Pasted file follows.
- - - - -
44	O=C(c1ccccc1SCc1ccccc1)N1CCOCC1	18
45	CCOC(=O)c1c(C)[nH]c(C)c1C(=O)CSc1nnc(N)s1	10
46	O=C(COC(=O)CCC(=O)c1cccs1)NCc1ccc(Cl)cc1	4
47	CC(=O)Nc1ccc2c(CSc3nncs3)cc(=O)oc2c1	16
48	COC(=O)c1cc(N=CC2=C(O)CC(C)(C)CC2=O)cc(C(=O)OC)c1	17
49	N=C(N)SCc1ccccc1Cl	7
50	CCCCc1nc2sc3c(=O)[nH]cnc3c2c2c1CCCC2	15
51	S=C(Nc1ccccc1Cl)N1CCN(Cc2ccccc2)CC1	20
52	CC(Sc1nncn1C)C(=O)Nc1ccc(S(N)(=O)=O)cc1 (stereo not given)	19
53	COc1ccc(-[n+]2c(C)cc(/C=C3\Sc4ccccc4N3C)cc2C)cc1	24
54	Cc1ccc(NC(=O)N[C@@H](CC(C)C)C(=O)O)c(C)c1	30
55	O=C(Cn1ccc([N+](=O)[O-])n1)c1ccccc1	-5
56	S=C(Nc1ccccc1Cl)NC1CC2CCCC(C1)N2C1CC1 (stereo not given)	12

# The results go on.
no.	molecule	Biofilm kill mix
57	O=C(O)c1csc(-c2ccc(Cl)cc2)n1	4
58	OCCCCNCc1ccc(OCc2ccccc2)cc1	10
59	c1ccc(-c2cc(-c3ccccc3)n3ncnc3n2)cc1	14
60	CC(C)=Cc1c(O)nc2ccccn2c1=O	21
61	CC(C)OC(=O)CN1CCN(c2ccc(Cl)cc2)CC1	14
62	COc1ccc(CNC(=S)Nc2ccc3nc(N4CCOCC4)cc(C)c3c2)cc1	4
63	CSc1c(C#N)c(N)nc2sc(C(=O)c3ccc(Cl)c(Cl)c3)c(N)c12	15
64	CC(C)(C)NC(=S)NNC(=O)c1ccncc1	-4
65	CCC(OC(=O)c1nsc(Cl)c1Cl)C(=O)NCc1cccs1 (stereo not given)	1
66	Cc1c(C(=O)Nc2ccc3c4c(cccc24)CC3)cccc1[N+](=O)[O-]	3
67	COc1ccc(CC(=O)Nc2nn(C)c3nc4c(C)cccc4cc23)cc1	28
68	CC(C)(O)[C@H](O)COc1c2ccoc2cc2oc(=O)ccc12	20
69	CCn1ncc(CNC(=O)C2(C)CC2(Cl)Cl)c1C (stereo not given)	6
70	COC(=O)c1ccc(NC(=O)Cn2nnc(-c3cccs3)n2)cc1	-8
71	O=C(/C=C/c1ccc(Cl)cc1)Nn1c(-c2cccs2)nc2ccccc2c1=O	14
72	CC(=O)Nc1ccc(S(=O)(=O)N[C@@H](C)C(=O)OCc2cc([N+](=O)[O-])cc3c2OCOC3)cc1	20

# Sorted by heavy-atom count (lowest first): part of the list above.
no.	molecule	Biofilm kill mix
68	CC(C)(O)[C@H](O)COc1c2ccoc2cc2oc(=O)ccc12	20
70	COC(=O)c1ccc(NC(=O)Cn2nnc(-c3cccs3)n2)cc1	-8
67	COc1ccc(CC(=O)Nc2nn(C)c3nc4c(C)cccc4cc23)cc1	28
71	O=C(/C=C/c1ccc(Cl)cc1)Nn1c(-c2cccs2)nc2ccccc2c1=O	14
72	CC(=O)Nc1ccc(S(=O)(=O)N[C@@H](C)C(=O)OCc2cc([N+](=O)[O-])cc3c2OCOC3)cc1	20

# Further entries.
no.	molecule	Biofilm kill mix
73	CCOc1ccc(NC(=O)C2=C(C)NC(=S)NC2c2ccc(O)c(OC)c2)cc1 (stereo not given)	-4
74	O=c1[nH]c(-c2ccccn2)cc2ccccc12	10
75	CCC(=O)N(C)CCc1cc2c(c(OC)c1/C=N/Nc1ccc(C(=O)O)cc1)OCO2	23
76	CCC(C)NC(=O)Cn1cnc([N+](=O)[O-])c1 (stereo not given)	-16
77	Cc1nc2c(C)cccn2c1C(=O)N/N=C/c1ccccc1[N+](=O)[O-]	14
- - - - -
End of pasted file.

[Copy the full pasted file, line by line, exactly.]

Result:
44	O=C(c1ccccc1SCc1ccccc1)N1CCOCC1	18
45	CCOC(=O)c1c(C)[nH]c(C)c1C(=O)CSc1nnc(N)s1	10
46	O=C(COC(=O)CCC(=O)c1cccs1)NCc1ccc(Cl)cc1	4
47	CC(=O)Nc1ccc2c(CSc3nncs3)cc(=O)oc2c1	16
48	COC(=O)c1cc(N=CC2=C(O)CC(C)(C)CC2=O)cc(C(=O)OC)c1	17
49	N=C(N)SCc1ccccc1Cl	7
50	CCCCc1nc2sc3c(=O)[nH]cnc3c2c2c1CCCC2	15
51	S=C(Nc1ccccc1Cl)N1CCN(Cc2ccccc2)CC1	20
52	CC(Sc1nncn1C)C(=O)Nc1ccc(S(N)(=O)=O)cc1 (stereo not given)	19
53	COc1ccc(-[n+]2c(C)cc(/C=C3\Sc4ccccc4N3C)cc2C)cc1	24
54	Cc1ccc(NC(=O)N[C@@H](CC(C)C)C(=O)O)c(C)c1	30
55	O=C(Cn1ccc([N+](=O)[O-])n1)c1ccccc1	-5
56	S=C(Nc1ccccc1Cl)NC1CC2CCCC(C1)N2C1CC1 (stereo not given)	12

# The results go on.
no.	molecule	Biofilm kill mix
57	O=C(O)c1csc(-c2ccc(Cl)cc2)n1	4
58	OCCCCNCc1ccc(OCc2ccccc2)cc1	10
59	c1ccc(-c2cc(-c3ccccc3)n3ncnc3n2)cc1	14
60	CC(C)=Cc1c(O)nc2ccccn2c1=O	21
61	CC(C)OC(=O)CN1CCN(c2ccc(Cl)cc2)CC1	14
62	COc1ccc(CNC(=S)Nc2ccc3nc(N4CCOCC4)cc(C)c3c2)cc1	4
63	CSc1c(C#N)c(N)nc2sc(C(=O)c3ccc(Cl)c(Cl)c3)c(N)c12	15
64	CC(C)(C)NC(=S)NNC(=O)c1ccncc1	-4
65	CCC(OC(=O)c1nsc(Cl)c1Cl)C(=O)NCc1cccs1 (stereo not given)	1
66	Cc1c(C(=O)Nc2ccc3c4c(cccc24)CC3)cccc1[N+](=O)[O-]	3
67	COc1ccc(CC(=O)Nc2nn(C)c3nc4c(C)cccc4cc23)cc1	28
68	CC(C)(O)[C@H](O)COc1c2ccoc2cc2oc(=O)ccc12	20
69	CCn1ncc(CNC(=O)C2(C)CC2(Cl)Cl)c1C (stereo not given)	6
70	COC(=O)c1ccc(NC(=O)Cn2nnc(-c3cccs3)n2)cc1	-8
71	O=C(/C=C/c1ccc(Cl)cc1)Nn1c(-c2cccs2)nc2ccccc2c1=O	14
72	CC(=O)Nc1ccc(S(=O)(=O)N[C@@H](C)C(=O)OCc2cc([N+](=O)[O-])cc3c2OCOC3)cc1	20

# Sorted by heavy-atom count (lowest first): part of the list above.
no.	molecule	Biofilm kill mix
68	CC(C)(O)[C@H](O)COc1c2ccoc2cc2oc(=O)ccc12	20
70	COC(=O)c1ccc(NC(=O)Cn2nnc(-c3cccs3)n2)cc1	-8
67	COc1ccc(CC(=O)Nc2nn(C)c3nc4c(C)cccc4cc23)cc1	28
71	O=C(/C=C/c1ccc(Cl)cc1)Nn1c(-c2cccs2)nc2ccccc2c1=O	14
72	CC(=O)Nc1ccc(S(=O)(=O)N[C@@H](C)C(=O)OCc2cc([N+](=O)[O-])cc3c2OCOC3)cc1	20

# Further entries.
no.	molecule	Biofilm kill mix
73	CCOc1ccc(NC(=O)C2=C(C)NC(=S)NC2c2ccc(O)c(OC)c2)cc1 (stereo not given)	-4
74	O=c1[nH]c(-c2ccccn2)cc2ccccc12	10
75	CCC(=O)N(C)CCc1cc2c(c(OC)c1/C=N/Nc1ccc(C(=O)O)cc1)OCO2	23
76	CCC(C)NC(=O)Cn1cnc([N+](=O)[O-])c1 (stereo not given)	-16
77	Cc1nc2c(C)cccn2c1C(=O)N/N=C/c1ccccc1[N+](=O)[O-]	14